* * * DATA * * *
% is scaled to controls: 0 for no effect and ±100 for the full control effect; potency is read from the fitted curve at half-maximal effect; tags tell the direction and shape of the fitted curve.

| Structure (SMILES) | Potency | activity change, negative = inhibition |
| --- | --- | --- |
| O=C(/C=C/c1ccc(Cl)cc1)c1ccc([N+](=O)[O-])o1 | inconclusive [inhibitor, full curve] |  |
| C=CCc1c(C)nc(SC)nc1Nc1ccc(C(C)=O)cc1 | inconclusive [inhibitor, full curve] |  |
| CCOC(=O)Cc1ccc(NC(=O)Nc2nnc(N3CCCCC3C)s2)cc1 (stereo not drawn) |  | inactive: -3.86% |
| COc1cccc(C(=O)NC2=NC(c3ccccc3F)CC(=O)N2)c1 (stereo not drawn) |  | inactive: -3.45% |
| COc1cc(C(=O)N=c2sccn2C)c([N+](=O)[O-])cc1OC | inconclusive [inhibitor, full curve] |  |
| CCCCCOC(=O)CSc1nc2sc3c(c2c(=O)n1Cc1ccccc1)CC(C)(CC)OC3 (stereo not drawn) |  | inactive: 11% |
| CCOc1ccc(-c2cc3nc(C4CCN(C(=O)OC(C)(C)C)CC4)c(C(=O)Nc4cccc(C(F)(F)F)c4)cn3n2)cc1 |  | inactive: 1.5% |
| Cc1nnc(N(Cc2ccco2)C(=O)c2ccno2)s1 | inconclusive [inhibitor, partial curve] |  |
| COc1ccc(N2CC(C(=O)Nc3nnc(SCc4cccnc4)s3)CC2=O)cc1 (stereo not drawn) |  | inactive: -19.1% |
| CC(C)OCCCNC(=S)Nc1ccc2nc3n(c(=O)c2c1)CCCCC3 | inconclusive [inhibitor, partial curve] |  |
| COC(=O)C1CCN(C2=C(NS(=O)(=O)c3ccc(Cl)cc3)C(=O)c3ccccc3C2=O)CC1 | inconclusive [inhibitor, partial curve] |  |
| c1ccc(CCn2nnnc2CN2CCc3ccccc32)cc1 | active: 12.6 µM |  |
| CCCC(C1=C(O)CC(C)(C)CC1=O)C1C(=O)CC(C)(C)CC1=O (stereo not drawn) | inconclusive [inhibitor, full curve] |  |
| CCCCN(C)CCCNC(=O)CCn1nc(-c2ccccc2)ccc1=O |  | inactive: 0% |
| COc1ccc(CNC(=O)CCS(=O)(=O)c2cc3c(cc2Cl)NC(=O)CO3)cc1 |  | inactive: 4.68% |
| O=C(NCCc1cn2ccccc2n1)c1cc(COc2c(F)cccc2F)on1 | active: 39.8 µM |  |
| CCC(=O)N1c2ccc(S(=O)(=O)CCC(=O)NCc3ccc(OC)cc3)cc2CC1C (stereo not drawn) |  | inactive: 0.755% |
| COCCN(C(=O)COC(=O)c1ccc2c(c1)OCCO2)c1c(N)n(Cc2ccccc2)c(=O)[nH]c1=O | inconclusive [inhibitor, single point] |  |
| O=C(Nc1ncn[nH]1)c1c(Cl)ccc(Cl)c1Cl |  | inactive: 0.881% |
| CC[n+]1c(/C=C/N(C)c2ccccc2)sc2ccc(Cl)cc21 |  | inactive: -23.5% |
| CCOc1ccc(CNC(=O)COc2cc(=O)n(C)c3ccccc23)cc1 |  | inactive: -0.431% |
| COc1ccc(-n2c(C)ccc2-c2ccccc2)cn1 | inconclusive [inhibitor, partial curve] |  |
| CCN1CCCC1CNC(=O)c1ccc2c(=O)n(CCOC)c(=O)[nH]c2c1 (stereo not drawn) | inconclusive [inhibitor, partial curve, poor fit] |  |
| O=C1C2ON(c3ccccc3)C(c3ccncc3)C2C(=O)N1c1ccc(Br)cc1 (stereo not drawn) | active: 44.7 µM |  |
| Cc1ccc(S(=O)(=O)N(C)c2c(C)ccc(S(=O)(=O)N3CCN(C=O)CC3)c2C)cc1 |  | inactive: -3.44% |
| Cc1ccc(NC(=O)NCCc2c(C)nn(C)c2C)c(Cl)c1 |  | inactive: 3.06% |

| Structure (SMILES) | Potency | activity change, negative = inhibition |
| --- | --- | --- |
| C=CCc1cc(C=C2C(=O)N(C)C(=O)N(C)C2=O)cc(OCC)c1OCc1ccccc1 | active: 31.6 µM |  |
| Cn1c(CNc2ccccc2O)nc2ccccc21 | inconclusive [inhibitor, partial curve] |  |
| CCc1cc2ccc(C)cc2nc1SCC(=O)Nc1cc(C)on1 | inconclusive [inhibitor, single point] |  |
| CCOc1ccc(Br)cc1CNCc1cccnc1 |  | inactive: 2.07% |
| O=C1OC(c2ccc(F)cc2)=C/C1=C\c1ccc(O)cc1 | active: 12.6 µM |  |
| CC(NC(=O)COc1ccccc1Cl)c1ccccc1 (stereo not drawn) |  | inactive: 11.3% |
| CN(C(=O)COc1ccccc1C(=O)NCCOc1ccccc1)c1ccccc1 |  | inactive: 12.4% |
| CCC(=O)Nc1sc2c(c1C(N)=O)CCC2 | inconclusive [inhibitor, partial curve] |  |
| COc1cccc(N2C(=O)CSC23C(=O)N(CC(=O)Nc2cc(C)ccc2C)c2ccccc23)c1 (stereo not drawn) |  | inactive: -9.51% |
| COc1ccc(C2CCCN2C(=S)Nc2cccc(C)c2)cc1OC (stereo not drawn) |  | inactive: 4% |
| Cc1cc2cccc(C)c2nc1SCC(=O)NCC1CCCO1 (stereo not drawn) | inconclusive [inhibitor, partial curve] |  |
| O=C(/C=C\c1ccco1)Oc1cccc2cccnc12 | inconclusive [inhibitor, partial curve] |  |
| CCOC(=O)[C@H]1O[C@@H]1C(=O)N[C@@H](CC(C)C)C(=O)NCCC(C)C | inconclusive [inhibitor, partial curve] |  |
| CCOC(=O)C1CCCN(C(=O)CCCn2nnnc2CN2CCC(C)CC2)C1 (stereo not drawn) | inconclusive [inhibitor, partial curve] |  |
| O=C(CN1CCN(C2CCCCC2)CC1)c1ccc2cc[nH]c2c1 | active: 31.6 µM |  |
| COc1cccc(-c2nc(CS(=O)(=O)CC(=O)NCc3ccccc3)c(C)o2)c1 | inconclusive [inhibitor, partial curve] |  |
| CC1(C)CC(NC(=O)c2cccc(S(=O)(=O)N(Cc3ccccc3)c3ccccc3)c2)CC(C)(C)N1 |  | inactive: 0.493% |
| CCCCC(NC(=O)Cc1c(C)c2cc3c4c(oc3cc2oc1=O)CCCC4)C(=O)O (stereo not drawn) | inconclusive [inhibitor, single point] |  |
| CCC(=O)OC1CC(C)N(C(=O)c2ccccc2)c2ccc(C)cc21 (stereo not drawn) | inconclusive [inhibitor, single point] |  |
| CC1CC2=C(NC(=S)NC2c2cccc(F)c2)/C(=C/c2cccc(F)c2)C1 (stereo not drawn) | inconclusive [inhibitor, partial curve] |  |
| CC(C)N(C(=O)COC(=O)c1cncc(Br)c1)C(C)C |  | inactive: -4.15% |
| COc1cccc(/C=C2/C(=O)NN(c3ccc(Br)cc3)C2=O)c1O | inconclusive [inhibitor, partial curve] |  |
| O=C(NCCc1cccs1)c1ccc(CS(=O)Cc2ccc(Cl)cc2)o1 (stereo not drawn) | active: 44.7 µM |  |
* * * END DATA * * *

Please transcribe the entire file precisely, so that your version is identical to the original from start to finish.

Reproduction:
% is scaled to controls: 0 for no effect and ±100 for the full control effect; potency is read from the fitted curve at half-maximal effect; tags tell the direction and shape of the fitted curve.

| Structure (SMILES) | Potency | activity change, negative = inhibition |
| --- | --- | --- |
| O=C(/C=C/c1ccc(Cl)cc1)c1ccc([N+](=O)[O-])o1 | inconclusive [inhibitor, full curve] |  |
| C=CCc1c(C)nc(SC)nc1Nc1ccc(C(C)=O)cc1 | inconclusive [inhibitor, full curve] |  |
| CCOC(=O)Cc1ccc(NC(=O)Nc2nnc(N3CCCCC3C)s2)cc1 (stereo not drawn) |  | inactive: -3.86% |
| COc1cccc(C(=O)NC2=NC(c3ccccc3F)CC(=O)N2)c1 (stereo not drawn) |  | inactive: -3.45% |
| COc1cc(C(=O)N=c2sccn2C)c([N+](=O)[O-])cc1OC | inconclusive [inhibitor, full curve] |  |
| CCCCCOC(=O)CSc1nc2sc3c(c2c(=O)n1Cc1ccccc1)CC(C)(CC)OC3 (stereo not drawn) |  | inactive: 11% |
| CCOc1ccc(-c2cc3nc(C4CCN(C(=O)OC(C)(C)C)CC4)c(C(=O)Nc4cccc(C(F)(F)F)c4)cn3n2)cc1 |  | inactive: 1.5% |
| Cc1nnc(N(Cc2ccco2)C(=O)c2ccno2)s1 | inconclusive [inhibitor, partial curve] |  |
| COc1ccc(N2CC(C(=O)Nc3nnc(SCc4cccnc4)s3)CC2=O)cc1 (stereo not drawn) |  | inactive: -19.1% |
| CC(C)OCCCNC(=S)Nc1ccc2nc3n(c(=O)c2c1)CCCCC3 | inconclusive [inhibitor, partial curve] |  |
| COC(=O)C1CCN(C2=C(NS(=O)(=O)c3ccc(Cl)cc3)C(=O)c3ccccc3C2=O)CC1 | inconclusive [inhibitor, partial curve] |  |
| c1ccc(CCn2nnnc2CN2CCc3ccccc32)cc1 | active: 12.6 µM |  |
| CCCC(C1=C(O)CC(C)(C)CC1=O)C1C(=O)CC(C)(C)CC1=O (stereo not drawn) | inconclusive [inhibitor, full curve] |  |
| CCCCN(C)CCCNC(=O)CCn1nc(-c2ccccc2)ccc1=O |  | inactive: 0% |
| COc1ccc(CNC(=O)CCS(=O)(=O)c2cc3c(cc2Cl)NC(=O)CO3)cc1 |  | inactive: 4.68% |
| O=C(NCCc1cn2ccccc2n1)c1cc(COc2c(F)cccc2F)on1 | active: 39.8 µM |  |
| CCC(=O)N1c2ccc(S(=O)(=O)CCC(=O)NCc3ccc(OC)cc3)cc2CC1C (stereo not drawn) |  | inactive: 0.755% |
| COCCN(C(=O)COC(=O)c1ccc2c(c1)OCCO2)c1c(N)n(Cc2ccccc2)c(=O)[nH]c1=O | inconclusive [inhibitor, single point] |  |
| O=C(Nc1ncn[nH]1)c1c(Cl)ccc(Cl)c1Cl |  | inactive: 0.881% |
| CC[n+]1c(/C=C/N(C)c2ccccc2)sc2ccc(Cl)cc21 |  | inactive: -23.5% |
| CCOc1ccc(CNC(=O)COc2cc(=O)n(C)c3ccccc23)cc1 |  | inactive: -0.431% |
| COc1ccc(-n2c(C)ccc2-c2ccccc2)cn1 | inconclusive [inhibitor, partial curve] |  |
| CCN1CCCC1CNC(=O)c1ccc2c(=O)n(CCOC)c(=O)[nH]c2c1 (stereo not drawn) | inconclusive [inhibitor, partial curve, poor fit] |  |
| O=C1C2ON(c3ccccc3)C(c3ccncc3)C2C(=O)N1c1ccc(Br)cc1 (stereo not drawn) | active: 44.7 µM |  |
| Cc1ccc(S(=O)(=O)N(C)c2c(C)ccc(S(=O)(=O)N3CCN(C=O)CC3)c2C)cc1 |  | inactive: -3.44% |
| Cc1ccc(NC(=O)NCCc2c(C)nn(C)c2C)c(Cl)c1 |  | inactive: 3.06% |

| Structure (SMILES) | Potency | activity change, negative = inhibition |
| --- | --- | --- |
| C=CCc1cc(C=C2C(=O)N(C)C(=O)N(C)C2=O)cc(OCC)c1OCc1ccccc1 | active: 31.6 µM |  |
| Cn1c(CNc2ccccc2O)nc2ccccc21 | inconclusive [inhibitor, partial curve] |  |
| CCc1cc2ccc(C)cc2nc1SCC(=O)Nc1cc(C)on1 | inconclusive [inhibitor, single point] |  |
| CCOc1ccc(Br)cc1CNCc1cccnc1 |  | inactive: 2.07% |
| O=C1OC(c2ccc(F)cc2)=C/C1=C\c1ccc(O)cc1 | active: 12.6 µM |  |
| CC(NC(=O)COc1ccccc1Cl)c1ccccc1 (stereo not drawn) |  | inactive: 11.3% |
| CN(C(=O)COc1ccccc1C(=O)NCCOc1ccccc1)c1ccccc1 |  | inactive: 12.4% |
| CCC(=O)Nc1sc2c(c1C(N)=O)CCC2 | inconclusive [inhibitor, partial curve] |  |
| COc1cccc(N2C(=O)CSC23C(=O)N(CC(=O)Nc2cc(C)ccc2C)c2ccccc23)c1 (stereo not drawn) |  | inactive: -9.51% |
| COc1ccc(C2CCCN2C(=S)Nc2cccc(C)c2)cc1OC (stereo not drawn) |  | inactive: 4% |
| Cc1cc2cccc(C)c2nc1SCC(=O)NCC1CCCO1 (stereo not drawn) | inconclusive [inhibitor, partial curve] |  |
| O=C(/C=C\c1ccco1)Oc1cccc2cccnc12 | inconclusive [inhibitor, partial curve] |  |
| CCOC(=O)[C@H]1O[C@@H]1C(=O)N[C@@H](CC(C)C)C(=O)NCCC(C)C | inconclusive [inhibitor, partial curve] |  |
| CCOC(=O)C1CCCN(C(=O)CCCn2nnnc2CN2CCC(C)CC2)C1 (stereo not drawn) | inconclusive [inhibitor, partial curve] |  |
| O=C(CN1CCN(C2CCCCC2)CC1)c1ccc2cc[nH]c2c1 | active: 31.6 µM |  |
| COc1cccc(-c2nc(CS(=O)(=O)CC(=O)NCc3ccccc3)c(C)o2)c1 | inconclusive [inhibitor, partial curve] |  |
| CC1(C)CC(NC(=O)c2cccc(S(=O)(=O)N(Cc3ccccc3)c3ccccc3)c2)CC(C)(C)N1 |  | inactive: 0.493% |
| CCCCC(NC(=O)Cc1c(C)c2cc3c4c(oc3cc2oc1=O)CCCC4)C(=O)O (stereo not drawn) | inconclusive [inhibitor, single point] |  |
| CCC(=O)OC1CC(C)N(C(=O)c2ccccc2)c2ccc(C)cc21 (stereo not drawn) | inconclusive [inhibitor, single point] |  |
| CC1CC2=C(NC(=S)NC2c2cccc(F)c2)/C(=C/c2cccc(F)c2)C1 (stereo not drawn) | inconclusive [inhibitor, partial curve] |  |
| CC(C)N(C(=O)COC(=O)c1cncc(Br)c1)C(C)C |  | inactive: -4.15% |
| COc1cccc(/C=C2/C(=O)NN(c3ccc(Br)cc3)C2=O)c1O | inconclusive [inhibitor, partial curve] |  |
| O=C(NCCc1cccs1)c1ccc(CS(=O)Cc2ccc(Cl)cc2)o1 (stereo not drawn) | active: 44.7 µM |  |